## Introduction

In Homework 3, you implemented portions of the Italian children’s card game called Ruba Mazetto. In this homework, we’ll complete a preliminary version of the game that pits you against any number of other players.

As a reminder, Ruba Mazetto (“steal my stash”) is an Italian children’s card game that, in some variants, is used be devious Italian grandmothers to teach young children basic addition (here, we’ll skip the addition game). Played by at least two and as many as four players, it uses a traditional 40-card Neapolitan deck (clubs, swords, cups and coins); here, we’ll use a regular card deck, throwing out the kings, queens and jacks to leave 40 cards with the traditional suits (clubs, spades, hearts and diamonds).

Here’s how the game is played (note: this description is somewhat simplified from that in homework 3). After shuffling the deck, the dealer deals three cards to each player, and lays four cards face up on the table. The remaining cards are stacked into a “draw pile,” face down, in the center of the table. The player then take turns: each turn, they play a single card which they can use to “capture” a face up card from the table if and only if the cards captured match the value of the card played. Captured cards are placed in the player’s “stash” that is, stacked in front of the player who captured them, with the capturing card face up on top of the stash. Note that a player may instead capture another player’s stash by matching the value of the top card. 1 If no captures are possible, the player adds their own card to the table, face up, for the other players to match (i.e., the player “discards” a card from his/her hand). When the players run out of cards, they are each dealt three more cards until eventually the deck is exhausted; at the same time, cards are added face up to the table if there are fewer than four remaining. Scoring at the end of the game is simple: the player with the largest point tally (the sum of all the cards in his or her stash) wins. Of course, what makes the game fun, at least for small children, is the notion of stealing the other player’s stash!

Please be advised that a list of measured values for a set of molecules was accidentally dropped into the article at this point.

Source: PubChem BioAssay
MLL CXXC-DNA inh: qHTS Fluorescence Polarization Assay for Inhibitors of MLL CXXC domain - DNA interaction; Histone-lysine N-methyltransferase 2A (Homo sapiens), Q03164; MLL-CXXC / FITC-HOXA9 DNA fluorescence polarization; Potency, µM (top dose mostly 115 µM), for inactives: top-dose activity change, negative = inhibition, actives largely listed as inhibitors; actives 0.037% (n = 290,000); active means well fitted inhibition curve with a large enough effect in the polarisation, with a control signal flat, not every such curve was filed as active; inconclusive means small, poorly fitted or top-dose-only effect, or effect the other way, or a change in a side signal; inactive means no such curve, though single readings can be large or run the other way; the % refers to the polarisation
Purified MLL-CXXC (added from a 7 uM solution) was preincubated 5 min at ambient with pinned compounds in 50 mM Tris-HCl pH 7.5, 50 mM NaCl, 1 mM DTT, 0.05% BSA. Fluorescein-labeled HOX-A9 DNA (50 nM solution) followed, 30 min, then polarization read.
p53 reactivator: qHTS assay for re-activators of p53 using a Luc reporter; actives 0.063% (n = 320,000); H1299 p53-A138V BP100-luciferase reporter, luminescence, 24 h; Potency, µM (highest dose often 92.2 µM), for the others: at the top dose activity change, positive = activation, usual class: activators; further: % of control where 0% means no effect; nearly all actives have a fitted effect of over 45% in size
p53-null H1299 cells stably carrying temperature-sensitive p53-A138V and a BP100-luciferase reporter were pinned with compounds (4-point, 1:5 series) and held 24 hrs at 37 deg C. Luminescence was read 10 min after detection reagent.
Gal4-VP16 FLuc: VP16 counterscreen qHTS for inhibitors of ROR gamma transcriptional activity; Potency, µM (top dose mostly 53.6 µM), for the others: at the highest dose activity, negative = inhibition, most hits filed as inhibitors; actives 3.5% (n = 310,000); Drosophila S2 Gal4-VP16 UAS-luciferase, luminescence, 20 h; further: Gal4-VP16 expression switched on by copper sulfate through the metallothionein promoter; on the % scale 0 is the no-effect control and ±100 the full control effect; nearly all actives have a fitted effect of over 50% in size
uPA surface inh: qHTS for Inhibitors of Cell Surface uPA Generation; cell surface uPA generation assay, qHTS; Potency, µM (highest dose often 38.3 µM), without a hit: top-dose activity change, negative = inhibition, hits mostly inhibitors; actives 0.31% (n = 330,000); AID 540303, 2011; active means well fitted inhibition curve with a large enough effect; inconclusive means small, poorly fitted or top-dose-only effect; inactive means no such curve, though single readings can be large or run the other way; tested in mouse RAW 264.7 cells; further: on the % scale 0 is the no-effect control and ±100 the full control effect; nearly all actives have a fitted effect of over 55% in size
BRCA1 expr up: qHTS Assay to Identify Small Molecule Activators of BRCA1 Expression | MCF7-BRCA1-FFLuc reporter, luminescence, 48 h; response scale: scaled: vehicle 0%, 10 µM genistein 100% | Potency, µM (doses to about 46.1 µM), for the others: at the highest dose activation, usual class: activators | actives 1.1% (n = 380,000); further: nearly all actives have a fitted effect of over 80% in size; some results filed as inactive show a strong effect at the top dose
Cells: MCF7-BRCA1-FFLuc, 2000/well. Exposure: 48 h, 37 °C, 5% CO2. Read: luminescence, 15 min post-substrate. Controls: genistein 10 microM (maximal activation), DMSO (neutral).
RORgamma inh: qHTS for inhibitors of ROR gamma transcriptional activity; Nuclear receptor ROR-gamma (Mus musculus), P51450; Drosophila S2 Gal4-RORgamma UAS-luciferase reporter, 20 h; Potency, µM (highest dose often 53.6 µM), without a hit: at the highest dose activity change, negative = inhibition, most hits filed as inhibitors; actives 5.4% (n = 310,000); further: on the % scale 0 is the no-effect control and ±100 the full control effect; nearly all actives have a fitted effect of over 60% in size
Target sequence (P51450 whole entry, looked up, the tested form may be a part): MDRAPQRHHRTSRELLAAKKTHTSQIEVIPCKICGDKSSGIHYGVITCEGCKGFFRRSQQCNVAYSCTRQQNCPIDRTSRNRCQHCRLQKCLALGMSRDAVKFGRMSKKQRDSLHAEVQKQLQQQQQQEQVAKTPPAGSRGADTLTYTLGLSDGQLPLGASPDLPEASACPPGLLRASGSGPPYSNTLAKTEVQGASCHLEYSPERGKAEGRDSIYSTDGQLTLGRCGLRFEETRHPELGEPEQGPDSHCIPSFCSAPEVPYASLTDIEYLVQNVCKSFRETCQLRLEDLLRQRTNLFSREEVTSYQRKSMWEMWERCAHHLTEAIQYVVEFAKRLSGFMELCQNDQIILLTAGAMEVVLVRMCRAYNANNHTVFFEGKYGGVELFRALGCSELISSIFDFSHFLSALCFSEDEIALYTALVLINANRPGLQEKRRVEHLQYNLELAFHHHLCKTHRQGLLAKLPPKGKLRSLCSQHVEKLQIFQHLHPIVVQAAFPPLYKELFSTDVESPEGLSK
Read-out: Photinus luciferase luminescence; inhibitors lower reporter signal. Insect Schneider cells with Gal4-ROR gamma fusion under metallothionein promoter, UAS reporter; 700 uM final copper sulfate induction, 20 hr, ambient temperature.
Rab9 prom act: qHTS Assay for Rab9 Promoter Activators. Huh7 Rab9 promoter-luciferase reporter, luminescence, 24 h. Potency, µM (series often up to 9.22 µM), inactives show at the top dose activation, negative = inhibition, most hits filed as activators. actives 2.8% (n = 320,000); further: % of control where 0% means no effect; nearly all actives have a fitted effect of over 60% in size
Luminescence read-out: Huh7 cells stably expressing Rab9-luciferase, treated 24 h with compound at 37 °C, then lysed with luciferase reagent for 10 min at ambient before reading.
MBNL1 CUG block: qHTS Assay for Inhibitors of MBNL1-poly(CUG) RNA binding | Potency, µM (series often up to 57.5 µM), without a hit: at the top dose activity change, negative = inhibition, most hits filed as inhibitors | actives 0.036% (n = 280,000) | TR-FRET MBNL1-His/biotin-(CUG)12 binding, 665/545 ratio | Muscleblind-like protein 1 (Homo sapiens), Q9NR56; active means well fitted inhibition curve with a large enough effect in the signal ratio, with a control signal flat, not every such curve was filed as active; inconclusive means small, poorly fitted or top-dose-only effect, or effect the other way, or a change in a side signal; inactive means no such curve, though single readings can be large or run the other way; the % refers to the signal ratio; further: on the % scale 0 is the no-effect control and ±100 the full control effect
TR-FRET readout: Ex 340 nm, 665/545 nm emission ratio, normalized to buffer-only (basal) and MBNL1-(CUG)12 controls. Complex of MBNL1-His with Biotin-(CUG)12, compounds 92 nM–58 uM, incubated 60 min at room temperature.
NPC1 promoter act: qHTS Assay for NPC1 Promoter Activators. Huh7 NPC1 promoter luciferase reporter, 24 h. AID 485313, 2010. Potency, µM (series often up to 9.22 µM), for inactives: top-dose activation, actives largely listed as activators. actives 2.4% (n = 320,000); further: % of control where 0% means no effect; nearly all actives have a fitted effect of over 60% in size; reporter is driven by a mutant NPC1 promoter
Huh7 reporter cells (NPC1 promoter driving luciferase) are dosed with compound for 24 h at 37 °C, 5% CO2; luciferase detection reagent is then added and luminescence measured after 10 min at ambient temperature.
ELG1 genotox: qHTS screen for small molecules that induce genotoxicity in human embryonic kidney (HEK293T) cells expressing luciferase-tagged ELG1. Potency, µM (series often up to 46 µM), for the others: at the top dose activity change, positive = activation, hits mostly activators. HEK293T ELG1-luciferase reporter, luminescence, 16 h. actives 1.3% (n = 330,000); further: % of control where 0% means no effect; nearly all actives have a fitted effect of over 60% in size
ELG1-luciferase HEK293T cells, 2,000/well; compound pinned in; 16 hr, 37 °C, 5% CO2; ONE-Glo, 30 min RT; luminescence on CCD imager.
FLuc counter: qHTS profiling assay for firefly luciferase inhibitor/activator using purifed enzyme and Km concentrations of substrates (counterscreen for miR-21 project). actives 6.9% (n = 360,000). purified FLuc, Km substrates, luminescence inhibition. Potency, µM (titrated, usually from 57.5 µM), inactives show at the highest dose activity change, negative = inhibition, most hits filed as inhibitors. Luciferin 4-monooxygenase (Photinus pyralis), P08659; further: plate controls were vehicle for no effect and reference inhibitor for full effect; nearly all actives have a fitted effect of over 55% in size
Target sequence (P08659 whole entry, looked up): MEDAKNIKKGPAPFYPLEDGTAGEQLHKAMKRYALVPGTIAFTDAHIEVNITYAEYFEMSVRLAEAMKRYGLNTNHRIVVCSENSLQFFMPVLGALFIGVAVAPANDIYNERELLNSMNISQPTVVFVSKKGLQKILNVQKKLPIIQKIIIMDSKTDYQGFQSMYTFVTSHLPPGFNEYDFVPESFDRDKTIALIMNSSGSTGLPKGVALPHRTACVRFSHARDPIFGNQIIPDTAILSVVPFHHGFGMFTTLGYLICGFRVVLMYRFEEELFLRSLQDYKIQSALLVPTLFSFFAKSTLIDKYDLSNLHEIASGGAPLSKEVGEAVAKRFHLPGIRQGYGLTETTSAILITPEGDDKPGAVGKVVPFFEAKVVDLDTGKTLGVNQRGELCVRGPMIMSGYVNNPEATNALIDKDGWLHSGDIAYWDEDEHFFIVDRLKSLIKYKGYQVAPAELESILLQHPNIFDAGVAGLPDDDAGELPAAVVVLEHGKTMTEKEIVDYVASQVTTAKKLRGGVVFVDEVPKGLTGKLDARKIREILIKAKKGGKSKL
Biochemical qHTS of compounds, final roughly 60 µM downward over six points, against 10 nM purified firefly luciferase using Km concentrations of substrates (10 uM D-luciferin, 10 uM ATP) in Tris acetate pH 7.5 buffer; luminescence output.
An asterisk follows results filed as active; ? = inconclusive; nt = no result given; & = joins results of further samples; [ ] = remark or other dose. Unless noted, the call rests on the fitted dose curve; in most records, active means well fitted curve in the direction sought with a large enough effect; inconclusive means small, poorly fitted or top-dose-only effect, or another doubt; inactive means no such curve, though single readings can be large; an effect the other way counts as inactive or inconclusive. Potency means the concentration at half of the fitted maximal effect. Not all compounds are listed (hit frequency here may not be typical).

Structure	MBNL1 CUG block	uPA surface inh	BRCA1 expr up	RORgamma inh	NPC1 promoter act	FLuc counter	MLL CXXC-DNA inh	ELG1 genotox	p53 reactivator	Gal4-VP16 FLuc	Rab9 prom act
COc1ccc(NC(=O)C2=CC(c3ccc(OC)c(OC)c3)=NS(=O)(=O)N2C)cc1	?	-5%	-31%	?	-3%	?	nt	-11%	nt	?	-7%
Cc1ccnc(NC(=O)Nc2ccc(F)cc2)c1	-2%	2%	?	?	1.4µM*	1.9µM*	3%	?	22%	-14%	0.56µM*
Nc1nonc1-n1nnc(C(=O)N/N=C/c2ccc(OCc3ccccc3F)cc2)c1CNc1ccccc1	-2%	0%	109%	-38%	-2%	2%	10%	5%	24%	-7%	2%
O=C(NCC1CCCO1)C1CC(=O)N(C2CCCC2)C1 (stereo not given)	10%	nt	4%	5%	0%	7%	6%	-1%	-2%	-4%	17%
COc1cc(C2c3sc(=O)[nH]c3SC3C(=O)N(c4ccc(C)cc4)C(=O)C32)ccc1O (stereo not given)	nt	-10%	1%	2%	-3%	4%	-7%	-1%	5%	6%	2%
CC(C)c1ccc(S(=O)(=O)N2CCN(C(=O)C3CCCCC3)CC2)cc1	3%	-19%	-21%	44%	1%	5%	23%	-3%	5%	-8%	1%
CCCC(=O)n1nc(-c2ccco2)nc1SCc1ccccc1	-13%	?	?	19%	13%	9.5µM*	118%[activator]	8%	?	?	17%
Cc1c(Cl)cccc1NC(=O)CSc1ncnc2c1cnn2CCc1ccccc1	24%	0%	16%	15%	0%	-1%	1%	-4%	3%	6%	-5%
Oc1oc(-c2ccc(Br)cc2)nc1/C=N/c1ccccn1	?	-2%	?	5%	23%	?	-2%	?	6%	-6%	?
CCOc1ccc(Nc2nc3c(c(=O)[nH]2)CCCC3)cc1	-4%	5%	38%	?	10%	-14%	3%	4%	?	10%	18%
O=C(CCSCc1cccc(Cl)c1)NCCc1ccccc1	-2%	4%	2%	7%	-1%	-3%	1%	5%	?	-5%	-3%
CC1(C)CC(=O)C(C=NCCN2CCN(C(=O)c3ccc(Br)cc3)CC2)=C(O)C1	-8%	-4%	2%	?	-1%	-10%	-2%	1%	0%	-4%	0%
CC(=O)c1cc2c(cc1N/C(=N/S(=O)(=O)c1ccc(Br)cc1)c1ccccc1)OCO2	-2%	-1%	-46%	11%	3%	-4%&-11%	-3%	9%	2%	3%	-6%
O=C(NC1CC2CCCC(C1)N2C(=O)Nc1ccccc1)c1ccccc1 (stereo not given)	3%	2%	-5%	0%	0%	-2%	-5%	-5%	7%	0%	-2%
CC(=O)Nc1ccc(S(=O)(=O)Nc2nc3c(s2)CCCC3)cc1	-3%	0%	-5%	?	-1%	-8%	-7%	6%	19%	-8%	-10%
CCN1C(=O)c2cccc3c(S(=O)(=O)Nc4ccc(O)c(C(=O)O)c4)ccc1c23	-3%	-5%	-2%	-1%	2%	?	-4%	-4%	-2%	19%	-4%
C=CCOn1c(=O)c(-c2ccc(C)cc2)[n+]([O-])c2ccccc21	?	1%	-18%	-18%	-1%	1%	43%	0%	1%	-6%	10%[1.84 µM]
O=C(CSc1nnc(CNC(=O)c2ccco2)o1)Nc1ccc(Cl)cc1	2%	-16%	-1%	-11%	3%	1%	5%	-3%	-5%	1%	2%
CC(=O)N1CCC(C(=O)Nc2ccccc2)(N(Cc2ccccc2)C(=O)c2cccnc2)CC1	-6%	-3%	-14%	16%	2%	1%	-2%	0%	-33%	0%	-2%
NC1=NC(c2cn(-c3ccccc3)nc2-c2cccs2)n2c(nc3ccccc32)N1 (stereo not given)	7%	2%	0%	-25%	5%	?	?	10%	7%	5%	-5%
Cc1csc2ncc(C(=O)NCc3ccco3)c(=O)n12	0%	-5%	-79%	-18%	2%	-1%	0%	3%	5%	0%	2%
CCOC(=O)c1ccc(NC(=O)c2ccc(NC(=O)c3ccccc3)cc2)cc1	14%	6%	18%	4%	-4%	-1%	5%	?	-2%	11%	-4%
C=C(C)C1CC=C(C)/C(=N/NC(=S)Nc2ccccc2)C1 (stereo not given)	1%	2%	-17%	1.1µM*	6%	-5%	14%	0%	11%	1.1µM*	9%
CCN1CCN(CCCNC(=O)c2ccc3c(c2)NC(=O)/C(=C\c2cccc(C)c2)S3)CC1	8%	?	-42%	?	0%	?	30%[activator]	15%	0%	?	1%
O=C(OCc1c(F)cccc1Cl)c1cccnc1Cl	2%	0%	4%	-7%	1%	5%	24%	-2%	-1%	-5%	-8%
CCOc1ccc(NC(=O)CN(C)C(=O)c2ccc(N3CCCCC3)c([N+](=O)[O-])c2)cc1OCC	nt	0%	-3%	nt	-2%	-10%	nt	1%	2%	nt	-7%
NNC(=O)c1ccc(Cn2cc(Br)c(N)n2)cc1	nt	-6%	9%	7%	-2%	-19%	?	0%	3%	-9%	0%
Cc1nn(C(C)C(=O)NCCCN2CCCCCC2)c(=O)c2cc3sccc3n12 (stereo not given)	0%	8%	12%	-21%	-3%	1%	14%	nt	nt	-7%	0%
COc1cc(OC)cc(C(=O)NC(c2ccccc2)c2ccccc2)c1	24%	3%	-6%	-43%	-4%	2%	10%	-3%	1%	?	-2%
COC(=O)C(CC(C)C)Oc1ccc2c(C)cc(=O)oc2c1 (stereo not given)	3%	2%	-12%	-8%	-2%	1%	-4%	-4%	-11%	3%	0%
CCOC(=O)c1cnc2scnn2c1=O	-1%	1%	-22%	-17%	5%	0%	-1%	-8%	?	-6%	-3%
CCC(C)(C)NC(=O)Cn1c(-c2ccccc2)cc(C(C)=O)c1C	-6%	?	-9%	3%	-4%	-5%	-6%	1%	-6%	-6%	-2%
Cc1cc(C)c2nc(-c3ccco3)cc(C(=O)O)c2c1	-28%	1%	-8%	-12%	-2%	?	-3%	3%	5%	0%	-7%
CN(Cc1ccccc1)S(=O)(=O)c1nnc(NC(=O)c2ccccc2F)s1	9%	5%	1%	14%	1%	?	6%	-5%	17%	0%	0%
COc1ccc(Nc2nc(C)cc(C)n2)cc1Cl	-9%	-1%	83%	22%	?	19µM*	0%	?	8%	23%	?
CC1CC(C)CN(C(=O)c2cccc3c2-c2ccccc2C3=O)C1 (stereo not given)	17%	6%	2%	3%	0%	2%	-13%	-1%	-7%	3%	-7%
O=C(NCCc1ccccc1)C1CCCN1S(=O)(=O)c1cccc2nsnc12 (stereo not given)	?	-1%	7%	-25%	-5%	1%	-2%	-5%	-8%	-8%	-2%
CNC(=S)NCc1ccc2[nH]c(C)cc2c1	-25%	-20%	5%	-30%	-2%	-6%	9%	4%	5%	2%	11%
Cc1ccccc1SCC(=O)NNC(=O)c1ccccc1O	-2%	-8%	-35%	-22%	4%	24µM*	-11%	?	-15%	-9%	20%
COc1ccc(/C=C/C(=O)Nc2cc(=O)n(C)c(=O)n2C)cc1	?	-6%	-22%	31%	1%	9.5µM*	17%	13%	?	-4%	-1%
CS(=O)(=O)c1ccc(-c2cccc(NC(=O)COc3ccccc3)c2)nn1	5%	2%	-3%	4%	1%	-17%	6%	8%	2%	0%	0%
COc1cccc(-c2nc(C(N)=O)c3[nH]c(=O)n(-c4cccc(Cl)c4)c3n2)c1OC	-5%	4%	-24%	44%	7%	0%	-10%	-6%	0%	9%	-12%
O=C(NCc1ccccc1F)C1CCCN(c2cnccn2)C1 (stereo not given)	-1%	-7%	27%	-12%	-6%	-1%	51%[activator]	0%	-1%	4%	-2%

The flow of the game should be apparent from the trace. Here we are playing the two player version; play(4) would play the 4 player version of the game. In every case, player 0 is the human player, who must select which card to play and what to match, while all of the other players play automatically.

To make this homework feasible, you will be provided a code skeleton containing much of the code you will need for the solution. You will have to implement a few additional parts (or functions) to make the system complete, as well as complete a portion of the skeleton.

## def displayCard(c)

displayCard() takes a tuple representing a card and returns a string, suitable for printing, that consists of the a two character sequence like 1♥ or 10♣. The special card suit symbols are provided for you in the partial definition of displayCard().

## def showTable(N, D, T, H)

showTable() is responsible for printing out the state of the table each turn. It’s output looks like this:

``````Stash: [Player 0] 6♠ (*16), [Player 1] 2♦ (*18)
Table: [2] 3♣ , [3] 7♦
``````

where each “stash” is identified by the player number (from 0 to N-1, inclusive), the top card and the number of cards in the pile, and the “table” is identified by an index (starting at N through N+len(T)-1, inclusive). Of course, showTable() should make appropriate use of displayCard().